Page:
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The Artist (2011)

"Before viewing" talks don't have spoilers, but since there's no "After viewing" talk for this one, comments may have spoilers. More»» by Randy Heffner

The Artist is a silent film like few others — perhaps unlike any other. Simultaneously staying true to the genre and playing with it, director Michel Hazanavicius creatively employs silent film as one element of great storytelling and filmcraft — and manages to do so without falling into the trap of gimmickry. The story is simply better told the way Hazanavicius tells it — it takes us more strongly into what the film is exploring. The film’s Hollywood world of star worship, young stars rising, and power broker studio executives is perhaps not a world we live in, but we may well find ourselves in similar dangers to emotion and character.

In 1927, George Valentin is an actor at the height of his game — and savoring every moment of self-centered satisfaction it affords to him. Neither his wife nor his co-star get much credit or attention from George. Among his devoted fans is Peppy Miller, a hopeful and charming young actress. A chance encounter with George turns into Peppy’s big break. George loves it — but then he finds that, in comparison to his own fortunes, Peppy’s break is bigger than he realized. Running time: 100 min.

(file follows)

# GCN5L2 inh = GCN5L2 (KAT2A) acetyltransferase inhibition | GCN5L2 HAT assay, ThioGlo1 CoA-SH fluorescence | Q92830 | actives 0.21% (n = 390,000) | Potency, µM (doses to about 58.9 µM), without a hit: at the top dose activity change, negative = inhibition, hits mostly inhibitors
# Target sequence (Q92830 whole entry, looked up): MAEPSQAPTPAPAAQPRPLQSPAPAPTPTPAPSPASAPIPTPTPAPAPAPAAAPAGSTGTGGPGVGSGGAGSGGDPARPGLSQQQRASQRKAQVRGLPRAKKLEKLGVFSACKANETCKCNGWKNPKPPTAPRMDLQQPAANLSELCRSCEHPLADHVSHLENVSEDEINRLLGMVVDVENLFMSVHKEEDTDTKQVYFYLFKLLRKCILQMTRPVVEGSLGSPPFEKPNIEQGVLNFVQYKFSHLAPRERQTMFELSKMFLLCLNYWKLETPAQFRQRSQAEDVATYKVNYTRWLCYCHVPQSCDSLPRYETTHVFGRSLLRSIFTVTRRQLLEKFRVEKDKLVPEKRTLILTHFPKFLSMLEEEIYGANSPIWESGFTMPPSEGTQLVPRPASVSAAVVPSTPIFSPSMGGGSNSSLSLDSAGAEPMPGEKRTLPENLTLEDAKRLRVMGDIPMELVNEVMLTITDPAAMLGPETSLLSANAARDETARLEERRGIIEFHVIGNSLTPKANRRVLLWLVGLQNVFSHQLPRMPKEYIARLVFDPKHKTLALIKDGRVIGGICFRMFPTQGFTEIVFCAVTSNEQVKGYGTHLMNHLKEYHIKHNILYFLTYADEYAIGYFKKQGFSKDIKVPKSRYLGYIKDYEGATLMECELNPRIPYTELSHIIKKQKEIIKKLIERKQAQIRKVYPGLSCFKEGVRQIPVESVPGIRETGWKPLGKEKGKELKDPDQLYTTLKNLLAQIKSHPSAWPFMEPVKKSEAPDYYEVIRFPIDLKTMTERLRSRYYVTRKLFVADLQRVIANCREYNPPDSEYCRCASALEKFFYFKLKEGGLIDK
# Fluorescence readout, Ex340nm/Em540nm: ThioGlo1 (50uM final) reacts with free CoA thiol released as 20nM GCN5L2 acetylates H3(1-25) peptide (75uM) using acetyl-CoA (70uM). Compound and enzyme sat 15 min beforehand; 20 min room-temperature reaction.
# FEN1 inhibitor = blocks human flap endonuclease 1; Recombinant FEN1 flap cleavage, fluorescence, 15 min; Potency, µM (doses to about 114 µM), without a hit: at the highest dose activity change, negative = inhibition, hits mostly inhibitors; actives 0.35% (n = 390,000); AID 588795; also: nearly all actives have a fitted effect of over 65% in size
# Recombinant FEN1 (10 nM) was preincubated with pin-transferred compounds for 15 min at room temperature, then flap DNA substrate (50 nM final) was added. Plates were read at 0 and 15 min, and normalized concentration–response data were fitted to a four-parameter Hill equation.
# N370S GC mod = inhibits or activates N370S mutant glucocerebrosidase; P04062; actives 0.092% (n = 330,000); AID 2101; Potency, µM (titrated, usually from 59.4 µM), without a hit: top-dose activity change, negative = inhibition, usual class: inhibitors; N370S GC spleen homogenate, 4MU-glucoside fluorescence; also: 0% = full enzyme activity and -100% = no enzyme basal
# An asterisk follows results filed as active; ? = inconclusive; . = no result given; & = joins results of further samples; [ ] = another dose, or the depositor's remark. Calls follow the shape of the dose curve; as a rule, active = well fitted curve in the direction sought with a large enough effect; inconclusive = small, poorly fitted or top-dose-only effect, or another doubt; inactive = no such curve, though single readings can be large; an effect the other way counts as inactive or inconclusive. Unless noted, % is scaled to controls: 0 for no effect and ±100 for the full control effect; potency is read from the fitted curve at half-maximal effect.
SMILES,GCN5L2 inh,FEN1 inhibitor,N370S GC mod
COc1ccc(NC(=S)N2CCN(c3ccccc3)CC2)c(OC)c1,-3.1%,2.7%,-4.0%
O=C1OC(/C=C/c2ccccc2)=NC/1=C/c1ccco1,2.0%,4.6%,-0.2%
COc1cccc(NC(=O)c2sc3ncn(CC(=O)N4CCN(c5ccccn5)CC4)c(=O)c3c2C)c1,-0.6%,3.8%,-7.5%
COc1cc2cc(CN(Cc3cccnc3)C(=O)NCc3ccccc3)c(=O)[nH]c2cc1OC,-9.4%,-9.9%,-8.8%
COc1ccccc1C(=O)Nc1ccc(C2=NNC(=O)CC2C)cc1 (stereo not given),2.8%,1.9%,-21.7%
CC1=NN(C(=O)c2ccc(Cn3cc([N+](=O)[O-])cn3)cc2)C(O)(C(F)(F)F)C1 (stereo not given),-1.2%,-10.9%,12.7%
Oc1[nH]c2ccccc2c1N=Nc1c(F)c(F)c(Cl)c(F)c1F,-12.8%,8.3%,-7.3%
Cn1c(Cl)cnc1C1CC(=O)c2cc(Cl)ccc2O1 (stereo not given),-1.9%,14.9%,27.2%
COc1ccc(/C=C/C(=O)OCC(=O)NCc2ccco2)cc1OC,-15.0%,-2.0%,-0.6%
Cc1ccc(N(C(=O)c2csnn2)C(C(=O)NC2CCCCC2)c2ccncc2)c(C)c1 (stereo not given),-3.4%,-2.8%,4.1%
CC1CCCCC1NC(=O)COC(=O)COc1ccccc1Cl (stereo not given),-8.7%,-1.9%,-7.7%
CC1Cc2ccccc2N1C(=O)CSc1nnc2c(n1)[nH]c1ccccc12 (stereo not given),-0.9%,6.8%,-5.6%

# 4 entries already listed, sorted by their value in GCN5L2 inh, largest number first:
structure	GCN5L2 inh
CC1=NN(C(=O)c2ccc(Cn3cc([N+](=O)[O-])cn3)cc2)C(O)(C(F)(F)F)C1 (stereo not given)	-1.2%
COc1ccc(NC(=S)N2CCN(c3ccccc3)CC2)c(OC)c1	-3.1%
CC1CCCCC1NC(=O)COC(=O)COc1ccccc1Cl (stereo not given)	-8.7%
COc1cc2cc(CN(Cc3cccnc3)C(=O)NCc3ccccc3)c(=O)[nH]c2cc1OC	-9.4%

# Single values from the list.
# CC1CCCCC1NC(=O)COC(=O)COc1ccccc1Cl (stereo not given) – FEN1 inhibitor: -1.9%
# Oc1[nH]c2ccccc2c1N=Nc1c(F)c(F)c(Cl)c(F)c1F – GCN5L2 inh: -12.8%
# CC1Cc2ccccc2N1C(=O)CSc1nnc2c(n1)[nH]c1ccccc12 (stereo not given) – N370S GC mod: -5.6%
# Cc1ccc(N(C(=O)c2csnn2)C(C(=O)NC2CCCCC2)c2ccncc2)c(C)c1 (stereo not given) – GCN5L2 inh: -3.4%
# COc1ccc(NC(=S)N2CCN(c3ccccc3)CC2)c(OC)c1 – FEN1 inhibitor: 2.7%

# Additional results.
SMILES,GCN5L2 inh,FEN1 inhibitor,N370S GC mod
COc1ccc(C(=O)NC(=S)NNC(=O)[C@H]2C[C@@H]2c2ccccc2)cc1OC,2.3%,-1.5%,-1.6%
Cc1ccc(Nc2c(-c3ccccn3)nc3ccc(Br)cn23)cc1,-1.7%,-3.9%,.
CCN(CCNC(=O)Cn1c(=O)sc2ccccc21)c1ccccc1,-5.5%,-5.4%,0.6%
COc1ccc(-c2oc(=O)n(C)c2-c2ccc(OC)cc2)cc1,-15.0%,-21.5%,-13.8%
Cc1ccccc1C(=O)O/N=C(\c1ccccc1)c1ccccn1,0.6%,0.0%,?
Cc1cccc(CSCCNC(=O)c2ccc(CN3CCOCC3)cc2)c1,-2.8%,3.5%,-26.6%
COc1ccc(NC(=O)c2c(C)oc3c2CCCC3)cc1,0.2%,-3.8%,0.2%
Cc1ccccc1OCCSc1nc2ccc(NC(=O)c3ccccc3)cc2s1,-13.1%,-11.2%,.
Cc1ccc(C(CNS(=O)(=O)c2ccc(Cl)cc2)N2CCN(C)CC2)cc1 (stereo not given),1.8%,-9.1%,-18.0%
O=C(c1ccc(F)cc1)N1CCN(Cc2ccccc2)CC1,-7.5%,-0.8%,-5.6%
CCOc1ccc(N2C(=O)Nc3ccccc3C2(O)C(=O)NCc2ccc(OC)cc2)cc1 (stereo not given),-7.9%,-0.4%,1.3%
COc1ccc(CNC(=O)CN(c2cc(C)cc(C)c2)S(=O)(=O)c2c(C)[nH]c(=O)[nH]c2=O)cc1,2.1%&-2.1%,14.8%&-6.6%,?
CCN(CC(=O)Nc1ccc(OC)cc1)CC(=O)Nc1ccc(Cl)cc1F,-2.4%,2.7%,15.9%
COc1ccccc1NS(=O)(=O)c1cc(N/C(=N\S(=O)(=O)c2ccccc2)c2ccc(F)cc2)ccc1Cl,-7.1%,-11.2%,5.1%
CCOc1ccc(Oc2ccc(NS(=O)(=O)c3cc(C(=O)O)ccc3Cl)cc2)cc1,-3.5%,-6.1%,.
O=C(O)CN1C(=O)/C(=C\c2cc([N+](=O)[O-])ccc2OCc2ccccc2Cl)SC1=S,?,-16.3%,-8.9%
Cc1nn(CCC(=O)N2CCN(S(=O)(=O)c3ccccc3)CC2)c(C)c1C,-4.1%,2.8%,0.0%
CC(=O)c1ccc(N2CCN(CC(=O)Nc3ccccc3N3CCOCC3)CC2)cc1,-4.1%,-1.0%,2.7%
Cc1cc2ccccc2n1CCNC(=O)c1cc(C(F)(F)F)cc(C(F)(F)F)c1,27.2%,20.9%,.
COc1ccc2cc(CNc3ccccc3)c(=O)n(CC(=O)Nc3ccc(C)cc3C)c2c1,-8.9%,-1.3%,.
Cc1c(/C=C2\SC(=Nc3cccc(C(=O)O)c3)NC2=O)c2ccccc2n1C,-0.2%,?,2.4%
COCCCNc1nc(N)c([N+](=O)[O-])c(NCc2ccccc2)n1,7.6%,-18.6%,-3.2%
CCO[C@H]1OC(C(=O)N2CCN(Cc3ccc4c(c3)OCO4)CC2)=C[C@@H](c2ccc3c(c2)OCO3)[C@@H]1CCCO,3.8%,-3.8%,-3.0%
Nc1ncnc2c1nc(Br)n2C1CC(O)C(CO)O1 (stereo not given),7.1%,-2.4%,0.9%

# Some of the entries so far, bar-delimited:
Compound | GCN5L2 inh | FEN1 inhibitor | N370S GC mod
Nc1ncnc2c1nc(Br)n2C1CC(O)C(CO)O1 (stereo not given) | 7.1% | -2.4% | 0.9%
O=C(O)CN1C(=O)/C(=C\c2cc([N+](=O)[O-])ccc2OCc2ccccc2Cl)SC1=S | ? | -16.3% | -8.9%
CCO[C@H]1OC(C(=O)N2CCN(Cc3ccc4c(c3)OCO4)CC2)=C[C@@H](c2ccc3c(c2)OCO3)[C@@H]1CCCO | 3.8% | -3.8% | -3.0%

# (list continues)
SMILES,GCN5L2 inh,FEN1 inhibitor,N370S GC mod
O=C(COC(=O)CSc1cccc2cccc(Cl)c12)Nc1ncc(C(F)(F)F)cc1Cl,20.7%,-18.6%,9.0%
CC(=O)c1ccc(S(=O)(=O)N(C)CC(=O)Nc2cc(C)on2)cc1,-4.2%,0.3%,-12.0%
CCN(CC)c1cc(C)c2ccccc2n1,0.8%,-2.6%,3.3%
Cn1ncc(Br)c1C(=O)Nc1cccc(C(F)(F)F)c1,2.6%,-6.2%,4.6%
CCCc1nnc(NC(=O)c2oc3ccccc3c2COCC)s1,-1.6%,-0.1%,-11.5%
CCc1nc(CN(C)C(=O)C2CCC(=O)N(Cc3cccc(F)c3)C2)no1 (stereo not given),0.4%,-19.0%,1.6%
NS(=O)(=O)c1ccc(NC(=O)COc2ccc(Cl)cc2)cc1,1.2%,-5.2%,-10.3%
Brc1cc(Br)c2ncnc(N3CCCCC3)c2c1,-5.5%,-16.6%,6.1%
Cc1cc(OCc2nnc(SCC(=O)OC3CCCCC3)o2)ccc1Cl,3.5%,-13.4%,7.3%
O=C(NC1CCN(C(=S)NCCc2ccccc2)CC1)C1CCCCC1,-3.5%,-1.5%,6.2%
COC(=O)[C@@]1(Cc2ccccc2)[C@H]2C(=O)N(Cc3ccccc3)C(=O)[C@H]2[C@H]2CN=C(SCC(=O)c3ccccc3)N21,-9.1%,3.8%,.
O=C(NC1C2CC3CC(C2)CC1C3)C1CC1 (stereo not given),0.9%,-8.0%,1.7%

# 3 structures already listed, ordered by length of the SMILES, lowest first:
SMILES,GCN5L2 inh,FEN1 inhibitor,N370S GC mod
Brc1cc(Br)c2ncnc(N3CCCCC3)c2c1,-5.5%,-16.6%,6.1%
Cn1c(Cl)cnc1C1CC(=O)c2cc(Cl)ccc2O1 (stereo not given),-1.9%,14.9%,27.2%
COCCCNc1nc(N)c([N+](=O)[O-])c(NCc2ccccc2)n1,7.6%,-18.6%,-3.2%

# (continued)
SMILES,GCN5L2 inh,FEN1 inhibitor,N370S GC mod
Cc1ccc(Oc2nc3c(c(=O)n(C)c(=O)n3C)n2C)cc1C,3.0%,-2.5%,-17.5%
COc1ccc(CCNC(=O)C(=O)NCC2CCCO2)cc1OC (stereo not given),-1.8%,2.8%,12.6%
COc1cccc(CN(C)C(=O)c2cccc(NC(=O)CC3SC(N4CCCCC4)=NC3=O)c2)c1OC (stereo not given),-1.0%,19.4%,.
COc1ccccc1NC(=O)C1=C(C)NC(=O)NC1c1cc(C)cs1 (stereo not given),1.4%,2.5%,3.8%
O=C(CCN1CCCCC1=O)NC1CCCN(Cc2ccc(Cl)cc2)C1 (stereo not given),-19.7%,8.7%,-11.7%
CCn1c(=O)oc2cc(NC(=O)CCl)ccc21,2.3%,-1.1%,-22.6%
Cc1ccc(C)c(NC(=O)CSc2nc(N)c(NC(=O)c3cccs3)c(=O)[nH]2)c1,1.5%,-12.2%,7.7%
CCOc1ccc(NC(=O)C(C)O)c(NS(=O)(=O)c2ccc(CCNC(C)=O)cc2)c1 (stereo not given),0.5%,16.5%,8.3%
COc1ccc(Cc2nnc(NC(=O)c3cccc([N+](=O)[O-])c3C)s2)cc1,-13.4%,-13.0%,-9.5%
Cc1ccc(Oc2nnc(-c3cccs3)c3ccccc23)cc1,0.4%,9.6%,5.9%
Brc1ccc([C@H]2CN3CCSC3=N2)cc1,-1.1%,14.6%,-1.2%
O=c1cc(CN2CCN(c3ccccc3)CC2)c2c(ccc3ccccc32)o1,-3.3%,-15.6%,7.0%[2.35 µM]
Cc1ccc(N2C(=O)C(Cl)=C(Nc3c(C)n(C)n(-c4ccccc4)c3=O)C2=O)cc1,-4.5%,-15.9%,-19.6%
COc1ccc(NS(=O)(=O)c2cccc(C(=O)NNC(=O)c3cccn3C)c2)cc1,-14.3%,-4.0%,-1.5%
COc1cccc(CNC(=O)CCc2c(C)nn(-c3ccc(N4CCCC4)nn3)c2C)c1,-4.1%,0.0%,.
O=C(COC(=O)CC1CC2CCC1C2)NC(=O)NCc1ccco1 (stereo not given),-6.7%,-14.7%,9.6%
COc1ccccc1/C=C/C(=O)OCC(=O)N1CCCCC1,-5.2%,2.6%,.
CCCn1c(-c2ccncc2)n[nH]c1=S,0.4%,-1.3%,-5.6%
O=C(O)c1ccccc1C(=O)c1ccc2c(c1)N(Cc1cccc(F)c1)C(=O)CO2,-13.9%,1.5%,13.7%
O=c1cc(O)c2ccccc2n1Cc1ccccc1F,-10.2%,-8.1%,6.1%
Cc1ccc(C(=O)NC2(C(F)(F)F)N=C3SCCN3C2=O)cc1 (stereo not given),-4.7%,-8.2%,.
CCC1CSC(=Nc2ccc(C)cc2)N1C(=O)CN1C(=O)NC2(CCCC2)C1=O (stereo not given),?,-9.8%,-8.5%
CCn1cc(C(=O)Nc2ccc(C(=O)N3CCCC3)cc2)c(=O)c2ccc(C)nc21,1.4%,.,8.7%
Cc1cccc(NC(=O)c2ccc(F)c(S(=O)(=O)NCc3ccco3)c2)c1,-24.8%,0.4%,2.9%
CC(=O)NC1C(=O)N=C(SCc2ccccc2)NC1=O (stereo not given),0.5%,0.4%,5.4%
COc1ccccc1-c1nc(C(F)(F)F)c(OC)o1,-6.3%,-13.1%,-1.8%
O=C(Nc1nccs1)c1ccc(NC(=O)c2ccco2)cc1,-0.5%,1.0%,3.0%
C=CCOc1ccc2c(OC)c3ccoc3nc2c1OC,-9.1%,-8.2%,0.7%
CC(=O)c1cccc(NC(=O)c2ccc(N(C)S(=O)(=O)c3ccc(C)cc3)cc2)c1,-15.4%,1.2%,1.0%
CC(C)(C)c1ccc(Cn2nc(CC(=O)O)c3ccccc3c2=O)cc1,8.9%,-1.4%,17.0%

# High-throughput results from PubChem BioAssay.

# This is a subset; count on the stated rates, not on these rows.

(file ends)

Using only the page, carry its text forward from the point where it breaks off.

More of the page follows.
Exploring themes of pride, arrogance, self-worth, and caring for another, The Artist weaves Peppy’s story in and around George’s struggle for identity in a changing world. How does our view of ourselves shape how we treat others — and how we treat ourselves? How does it blind us to good things around us? Are we aware of what we build our identity on? Is it actually what we say it is? What grounds an identity that can survive a clash between old and new worlds? When does a new world require a new identity? The film doesn’t so much ask these questions, but rather it simply tells a story where such questions fill the shadows gathering around George’s life.

When he’s not playing with the silent film genre, which is most of the time, Hazanavicius executes on it nicely — with very little need to cut to dialog cards. The effect is furthered by the film’s 1.33:1 (i.e., 4:3) aspect ratio. When he does play with the genre, it is natural to the work of the film. Jean Dujardin and Bérénice Bejo wonderfully take up the challenge to act without words, not too mention their excellent dancing. Ludovic Bource’s score is delightful at carrying the film’s mood and pace.

It is very much worth the time to see The Artist, especially if you like seeing creative film work. On the other hand, if you don’t engage well with films that aren’t the standard Hollywood fare, maybe you should stay away — but hey, I say why not stretch your boundaries?

In the way of language, there is a crude gesture and a couple of light profanities. Scenes of peril include a house fire and a closeup of a gun almost being used to kill someone.

  • Director: Michel Hazanavicius
  • Screenplay: Michel Hazanavicius
  • Leads: Jean Dujardin, Bérénice Bejo, Uggie (a Jack Russell terrier), John Goodman, James Cromwell, Penelope Ann Miller
  • Cinematography: Guillaume Schiffman
  • Music: Ludovic Bource

NOTE: spoilers are particularly rampant in reviews for The Artist. I’ve noted the worst offenders among the links below.

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NOTE: Although Before viewing talks don't have spoilers, comments below MAY have spoilers
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